Here we are back at the topic of budgeting. It’s a big part of our financial life planning process. All of our financial advice begins with budgeting, but there’s lots of bad advice out there. That’s the reason for this blog topic. We hear it all the time and encounter it with new prospects who have been impacted by misleading advice. We think it’s unhelpful to advise budgeters to review the last year of their spending; it’s too much. We also think saving till it hurts and tracking every penny are more discouraging than helpful.
Much of our work as financial life planners is focused on helping my clients save and invest for long term goals, pay off debt, put the right insurance in place, and make decisions around equity compensation, but we always start with budgeting, no matter what. Of course, we have said before that we do not like the term budgets. This blog will highlight some of the reasons why. Its why we prefer the term cash flow management. It goes beyond tradition budgeting and place the focus on cash flow. Even though our clients typically make six figures, most of them need help putting a cash flow strategy in place that’s realistic, sustainable, and doesn’t feel like torture.
The psychology of budgets
I think the entire concept of budgeting is flawed. Your emotional brain responds to the word budget the same way it responds to the word diet. What you are feeling when trying to stick to a budget is not unlike what someone feels when dieting. Physical and financial health are connected and they’re both hard to stick to for similar psychological reasons.
Just like dieting, budgeting conjures up images of suffering, giving things up and making forced sacrifices. And just like with a diet, a budget can be easy to stick with in the short term, but almost impossible in the long term. When your brain is convinced that you’re depriving yourself of something, whether that’s money or food, you start to want what you can’t have. This makes sense to anyone who’s tried to cut carbs for any length of time. Instead of thinking about the real reason you’re budgeting, all you’re thinking about is what you can’t have.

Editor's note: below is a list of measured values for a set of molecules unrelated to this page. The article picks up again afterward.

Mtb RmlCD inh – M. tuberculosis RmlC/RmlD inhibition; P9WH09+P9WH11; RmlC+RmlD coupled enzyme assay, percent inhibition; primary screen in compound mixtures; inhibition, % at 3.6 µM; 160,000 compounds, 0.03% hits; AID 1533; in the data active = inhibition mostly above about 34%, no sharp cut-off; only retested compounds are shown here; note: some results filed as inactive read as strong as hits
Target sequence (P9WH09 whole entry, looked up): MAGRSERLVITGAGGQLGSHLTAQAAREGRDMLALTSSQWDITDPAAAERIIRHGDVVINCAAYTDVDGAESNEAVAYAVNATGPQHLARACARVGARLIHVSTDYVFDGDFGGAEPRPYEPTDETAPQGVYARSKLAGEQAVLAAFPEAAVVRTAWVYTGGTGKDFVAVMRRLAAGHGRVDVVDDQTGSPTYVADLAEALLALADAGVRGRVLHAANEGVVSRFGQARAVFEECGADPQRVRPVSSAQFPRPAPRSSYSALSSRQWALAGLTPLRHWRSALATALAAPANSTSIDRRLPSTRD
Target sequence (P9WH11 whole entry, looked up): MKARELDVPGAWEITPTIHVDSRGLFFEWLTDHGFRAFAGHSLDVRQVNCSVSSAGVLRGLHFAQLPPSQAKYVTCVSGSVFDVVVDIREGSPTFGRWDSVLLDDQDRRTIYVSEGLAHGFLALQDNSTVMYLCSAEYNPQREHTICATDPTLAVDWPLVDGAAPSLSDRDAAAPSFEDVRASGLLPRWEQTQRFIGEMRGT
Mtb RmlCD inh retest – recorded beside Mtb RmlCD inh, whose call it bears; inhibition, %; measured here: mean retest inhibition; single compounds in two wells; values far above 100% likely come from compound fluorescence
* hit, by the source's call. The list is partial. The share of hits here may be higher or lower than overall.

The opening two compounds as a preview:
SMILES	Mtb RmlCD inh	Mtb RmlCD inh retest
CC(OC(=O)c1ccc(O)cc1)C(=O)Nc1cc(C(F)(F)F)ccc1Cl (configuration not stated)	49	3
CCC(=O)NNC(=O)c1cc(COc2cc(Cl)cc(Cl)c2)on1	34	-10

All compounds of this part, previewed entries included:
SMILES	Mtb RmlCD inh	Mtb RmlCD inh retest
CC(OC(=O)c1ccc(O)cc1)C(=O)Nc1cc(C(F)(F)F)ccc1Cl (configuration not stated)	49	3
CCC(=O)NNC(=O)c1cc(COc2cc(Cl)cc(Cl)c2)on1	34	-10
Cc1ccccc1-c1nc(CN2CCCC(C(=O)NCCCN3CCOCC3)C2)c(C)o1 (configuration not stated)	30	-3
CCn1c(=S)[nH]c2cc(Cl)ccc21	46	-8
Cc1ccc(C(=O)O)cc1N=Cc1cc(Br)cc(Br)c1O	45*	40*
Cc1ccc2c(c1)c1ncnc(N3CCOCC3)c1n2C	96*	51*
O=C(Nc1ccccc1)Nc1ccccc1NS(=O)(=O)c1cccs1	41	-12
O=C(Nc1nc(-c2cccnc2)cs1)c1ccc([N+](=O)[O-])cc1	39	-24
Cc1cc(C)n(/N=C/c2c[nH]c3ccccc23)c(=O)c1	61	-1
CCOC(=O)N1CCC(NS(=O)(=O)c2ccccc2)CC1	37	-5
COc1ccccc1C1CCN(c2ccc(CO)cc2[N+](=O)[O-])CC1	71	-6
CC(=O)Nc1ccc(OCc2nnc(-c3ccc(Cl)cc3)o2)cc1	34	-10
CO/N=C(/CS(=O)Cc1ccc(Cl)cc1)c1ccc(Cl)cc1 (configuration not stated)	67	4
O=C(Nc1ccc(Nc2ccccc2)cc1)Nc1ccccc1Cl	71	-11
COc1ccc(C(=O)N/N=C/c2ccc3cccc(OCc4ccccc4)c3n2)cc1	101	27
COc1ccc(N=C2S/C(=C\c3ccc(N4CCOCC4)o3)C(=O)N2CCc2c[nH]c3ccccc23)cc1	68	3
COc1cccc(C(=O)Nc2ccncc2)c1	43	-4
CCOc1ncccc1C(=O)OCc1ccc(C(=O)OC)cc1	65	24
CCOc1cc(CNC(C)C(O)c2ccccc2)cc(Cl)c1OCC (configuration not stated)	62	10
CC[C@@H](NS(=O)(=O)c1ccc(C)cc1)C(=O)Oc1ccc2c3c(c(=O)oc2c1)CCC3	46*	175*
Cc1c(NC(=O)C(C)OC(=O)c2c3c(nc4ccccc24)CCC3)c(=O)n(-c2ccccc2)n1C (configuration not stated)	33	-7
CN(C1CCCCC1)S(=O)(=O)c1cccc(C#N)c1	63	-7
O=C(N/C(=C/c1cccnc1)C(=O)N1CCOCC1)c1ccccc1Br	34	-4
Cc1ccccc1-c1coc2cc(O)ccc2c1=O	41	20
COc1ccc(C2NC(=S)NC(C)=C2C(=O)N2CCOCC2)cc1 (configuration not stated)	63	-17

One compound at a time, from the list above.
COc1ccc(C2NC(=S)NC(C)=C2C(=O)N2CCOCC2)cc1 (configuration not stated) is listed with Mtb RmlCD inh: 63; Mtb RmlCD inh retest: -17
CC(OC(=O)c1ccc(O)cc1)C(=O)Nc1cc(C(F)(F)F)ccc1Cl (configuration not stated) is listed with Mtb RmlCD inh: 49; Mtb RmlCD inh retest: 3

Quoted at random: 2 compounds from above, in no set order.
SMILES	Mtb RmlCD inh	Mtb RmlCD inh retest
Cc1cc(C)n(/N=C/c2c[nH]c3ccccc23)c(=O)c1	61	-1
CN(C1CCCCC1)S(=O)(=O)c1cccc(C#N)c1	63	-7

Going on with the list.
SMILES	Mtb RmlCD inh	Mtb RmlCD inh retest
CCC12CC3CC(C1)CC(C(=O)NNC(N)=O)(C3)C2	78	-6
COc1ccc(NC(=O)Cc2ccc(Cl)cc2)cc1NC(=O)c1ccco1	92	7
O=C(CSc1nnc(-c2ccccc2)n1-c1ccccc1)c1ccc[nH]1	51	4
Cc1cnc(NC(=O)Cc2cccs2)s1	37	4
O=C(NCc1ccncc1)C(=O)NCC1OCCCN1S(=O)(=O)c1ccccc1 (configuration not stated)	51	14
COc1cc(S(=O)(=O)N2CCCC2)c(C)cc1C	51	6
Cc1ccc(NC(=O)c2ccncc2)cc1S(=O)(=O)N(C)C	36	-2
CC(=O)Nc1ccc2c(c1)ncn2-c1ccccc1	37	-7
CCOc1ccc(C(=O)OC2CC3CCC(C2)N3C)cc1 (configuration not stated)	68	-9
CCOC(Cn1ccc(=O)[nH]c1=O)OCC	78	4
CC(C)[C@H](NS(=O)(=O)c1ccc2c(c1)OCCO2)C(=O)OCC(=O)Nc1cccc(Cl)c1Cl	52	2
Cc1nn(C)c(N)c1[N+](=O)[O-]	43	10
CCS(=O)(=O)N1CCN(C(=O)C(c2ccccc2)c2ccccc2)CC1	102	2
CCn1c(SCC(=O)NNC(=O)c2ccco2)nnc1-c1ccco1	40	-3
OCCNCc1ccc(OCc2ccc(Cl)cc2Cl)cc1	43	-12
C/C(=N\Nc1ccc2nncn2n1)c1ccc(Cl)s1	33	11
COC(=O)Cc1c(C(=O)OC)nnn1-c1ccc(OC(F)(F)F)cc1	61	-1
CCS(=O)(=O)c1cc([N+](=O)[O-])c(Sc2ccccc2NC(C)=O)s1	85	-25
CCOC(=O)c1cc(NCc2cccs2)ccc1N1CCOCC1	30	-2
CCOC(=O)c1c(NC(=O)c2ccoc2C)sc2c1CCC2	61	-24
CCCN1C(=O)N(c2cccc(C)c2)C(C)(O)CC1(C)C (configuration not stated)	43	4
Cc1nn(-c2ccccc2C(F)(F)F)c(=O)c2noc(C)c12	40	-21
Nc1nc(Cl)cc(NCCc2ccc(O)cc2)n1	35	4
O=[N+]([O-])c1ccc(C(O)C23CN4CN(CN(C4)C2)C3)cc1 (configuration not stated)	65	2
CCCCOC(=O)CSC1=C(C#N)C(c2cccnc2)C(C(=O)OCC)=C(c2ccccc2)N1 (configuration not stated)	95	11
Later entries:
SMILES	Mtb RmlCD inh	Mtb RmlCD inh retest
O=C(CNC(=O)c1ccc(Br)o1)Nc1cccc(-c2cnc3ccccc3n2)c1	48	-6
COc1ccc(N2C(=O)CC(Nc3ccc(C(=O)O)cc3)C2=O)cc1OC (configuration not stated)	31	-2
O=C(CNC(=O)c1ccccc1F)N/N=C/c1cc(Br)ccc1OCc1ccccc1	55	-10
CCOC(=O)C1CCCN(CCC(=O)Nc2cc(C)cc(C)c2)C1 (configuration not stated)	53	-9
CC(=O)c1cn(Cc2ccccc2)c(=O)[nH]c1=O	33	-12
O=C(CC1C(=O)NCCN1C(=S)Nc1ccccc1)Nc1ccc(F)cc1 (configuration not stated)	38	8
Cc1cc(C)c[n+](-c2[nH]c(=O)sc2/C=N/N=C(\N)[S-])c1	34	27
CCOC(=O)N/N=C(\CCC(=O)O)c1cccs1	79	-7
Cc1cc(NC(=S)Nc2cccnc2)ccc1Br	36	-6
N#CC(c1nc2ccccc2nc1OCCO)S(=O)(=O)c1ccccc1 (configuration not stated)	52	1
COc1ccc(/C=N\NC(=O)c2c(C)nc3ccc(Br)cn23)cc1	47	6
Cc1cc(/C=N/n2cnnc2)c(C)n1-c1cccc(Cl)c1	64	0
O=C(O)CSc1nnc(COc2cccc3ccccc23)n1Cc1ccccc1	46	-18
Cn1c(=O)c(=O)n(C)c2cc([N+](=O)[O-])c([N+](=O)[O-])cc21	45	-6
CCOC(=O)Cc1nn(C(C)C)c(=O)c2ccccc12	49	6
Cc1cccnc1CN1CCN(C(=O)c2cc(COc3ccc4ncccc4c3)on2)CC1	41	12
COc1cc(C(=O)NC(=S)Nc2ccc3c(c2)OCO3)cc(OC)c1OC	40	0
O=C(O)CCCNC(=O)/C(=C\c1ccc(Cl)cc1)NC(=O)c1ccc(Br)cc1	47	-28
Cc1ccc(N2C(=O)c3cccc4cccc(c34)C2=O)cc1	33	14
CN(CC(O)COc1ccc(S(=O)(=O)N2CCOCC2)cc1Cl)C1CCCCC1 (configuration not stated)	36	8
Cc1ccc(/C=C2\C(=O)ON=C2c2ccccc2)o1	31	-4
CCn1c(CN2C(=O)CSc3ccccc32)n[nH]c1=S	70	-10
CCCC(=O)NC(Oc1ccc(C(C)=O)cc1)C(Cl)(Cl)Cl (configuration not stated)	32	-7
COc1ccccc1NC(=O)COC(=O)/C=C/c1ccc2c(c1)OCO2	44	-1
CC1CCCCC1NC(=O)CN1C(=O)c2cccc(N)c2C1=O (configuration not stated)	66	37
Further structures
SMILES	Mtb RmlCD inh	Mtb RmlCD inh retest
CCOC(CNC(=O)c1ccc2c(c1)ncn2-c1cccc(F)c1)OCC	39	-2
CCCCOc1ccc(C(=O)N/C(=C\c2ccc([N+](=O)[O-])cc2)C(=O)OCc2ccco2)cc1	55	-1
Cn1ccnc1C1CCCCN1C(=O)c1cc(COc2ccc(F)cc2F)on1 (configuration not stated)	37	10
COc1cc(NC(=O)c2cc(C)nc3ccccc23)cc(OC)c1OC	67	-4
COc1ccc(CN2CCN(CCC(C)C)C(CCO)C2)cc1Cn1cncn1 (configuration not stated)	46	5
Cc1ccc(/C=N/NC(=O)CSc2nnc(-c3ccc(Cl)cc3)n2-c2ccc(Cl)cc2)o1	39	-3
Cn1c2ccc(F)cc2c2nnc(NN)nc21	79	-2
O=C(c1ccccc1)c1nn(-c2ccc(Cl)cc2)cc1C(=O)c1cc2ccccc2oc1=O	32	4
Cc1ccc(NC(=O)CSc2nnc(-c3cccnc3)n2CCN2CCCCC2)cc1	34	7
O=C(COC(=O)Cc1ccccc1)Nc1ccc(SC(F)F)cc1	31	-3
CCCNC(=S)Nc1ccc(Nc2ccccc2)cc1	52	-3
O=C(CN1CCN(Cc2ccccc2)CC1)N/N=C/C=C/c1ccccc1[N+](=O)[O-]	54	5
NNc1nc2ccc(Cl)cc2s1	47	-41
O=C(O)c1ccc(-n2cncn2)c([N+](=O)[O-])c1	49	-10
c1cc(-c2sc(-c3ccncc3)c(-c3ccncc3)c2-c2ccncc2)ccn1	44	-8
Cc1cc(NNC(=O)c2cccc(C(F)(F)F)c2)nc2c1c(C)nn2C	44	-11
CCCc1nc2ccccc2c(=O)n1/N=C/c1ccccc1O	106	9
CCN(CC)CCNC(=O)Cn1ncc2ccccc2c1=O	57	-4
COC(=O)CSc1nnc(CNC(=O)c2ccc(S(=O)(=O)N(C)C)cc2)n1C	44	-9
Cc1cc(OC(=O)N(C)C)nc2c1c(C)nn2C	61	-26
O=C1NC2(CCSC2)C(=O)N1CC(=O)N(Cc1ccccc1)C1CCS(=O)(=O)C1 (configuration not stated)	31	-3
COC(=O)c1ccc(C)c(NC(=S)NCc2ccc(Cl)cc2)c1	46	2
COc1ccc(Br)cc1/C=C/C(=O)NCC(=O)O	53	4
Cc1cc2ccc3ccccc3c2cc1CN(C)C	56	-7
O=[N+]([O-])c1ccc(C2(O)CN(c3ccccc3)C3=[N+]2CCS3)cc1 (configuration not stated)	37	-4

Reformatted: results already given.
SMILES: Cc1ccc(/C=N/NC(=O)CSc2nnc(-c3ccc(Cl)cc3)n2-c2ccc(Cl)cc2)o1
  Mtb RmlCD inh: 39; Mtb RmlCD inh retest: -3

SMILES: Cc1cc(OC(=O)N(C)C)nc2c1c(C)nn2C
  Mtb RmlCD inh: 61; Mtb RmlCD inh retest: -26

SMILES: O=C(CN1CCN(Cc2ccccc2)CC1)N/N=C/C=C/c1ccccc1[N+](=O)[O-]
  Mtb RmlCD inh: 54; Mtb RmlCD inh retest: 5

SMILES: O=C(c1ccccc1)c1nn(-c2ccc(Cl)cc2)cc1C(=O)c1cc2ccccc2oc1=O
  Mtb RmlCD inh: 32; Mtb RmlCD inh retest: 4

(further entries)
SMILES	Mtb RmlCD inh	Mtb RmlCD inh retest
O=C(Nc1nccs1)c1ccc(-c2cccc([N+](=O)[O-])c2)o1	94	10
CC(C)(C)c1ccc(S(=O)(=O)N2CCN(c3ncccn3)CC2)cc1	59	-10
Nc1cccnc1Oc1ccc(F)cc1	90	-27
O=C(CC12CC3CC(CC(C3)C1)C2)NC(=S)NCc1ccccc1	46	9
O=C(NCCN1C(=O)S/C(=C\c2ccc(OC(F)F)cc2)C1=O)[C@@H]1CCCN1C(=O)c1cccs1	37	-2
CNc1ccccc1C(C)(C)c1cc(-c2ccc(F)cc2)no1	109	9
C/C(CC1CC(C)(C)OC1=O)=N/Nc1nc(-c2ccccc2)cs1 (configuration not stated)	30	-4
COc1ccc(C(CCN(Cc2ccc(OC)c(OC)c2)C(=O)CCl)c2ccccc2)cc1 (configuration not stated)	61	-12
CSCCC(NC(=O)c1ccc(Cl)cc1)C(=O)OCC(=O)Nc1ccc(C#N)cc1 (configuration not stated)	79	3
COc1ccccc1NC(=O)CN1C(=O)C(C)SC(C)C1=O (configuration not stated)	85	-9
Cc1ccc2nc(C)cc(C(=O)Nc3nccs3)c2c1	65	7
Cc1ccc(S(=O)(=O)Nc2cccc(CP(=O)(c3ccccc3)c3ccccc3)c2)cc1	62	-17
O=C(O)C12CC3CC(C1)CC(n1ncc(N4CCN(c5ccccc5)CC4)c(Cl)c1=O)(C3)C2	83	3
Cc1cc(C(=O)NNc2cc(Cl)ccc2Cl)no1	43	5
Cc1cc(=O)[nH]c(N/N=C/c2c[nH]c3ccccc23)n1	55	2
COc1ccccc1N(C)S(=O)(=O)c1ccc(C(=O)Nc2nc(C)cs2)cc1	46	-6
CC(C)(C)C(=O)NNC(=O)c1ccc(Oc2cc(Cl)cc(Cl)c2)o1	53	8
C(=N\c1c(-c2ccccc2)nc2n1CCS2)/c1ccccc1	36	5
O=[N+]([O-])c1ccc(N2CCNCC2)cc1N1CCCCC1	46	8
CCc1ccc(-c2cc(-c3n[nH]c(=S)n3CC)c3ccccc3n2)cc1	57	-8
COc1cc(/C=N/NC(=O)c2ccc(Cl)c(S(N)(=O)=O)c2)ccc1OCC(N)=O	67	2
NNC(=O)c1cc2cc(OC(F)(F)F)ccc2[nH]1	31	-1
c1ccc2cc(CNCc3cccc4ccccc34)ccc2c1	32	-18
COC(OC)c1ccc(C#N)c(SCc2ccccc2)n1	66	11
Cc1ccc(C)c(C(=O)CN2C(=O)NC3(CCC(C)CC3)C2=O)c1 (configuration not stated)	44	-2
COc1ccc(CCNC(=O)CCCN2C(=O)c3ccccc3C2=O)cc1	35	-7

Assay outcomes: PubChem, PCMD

Let’s get more specific. Here are some of the worst underlying concepts of budgeting advice we’ve seen and what we suggest instead.
Review last year’s spending
Going back and analyzing spending for an entire year is overwhelming and often ends up being a barrier to getting started. In addition, we’ve found that clients often don’t want to look back because they don’t want to feel guilty about past spending or be judged for it.
Instead of looking back at every transaction over the last year, look at last month’s spending to get some good estimates for your average monthly expenses. In addition, list out any larger, less frequent expenses you anticipate over the next year, like property taxes, vacations, holiday gifts, and annual donations, and make a plan for how you’ll pay for them, perhaps saving a little bit over time.
Better yet, if you use budgeting software like Mint, you can easily see your average monthly spending and use transaction filters to identify larger, less frequent expenses over the last 12 months. Aim for your initial budget to be a best guess, and plan to adjust your budget over the first few months to fine tune it.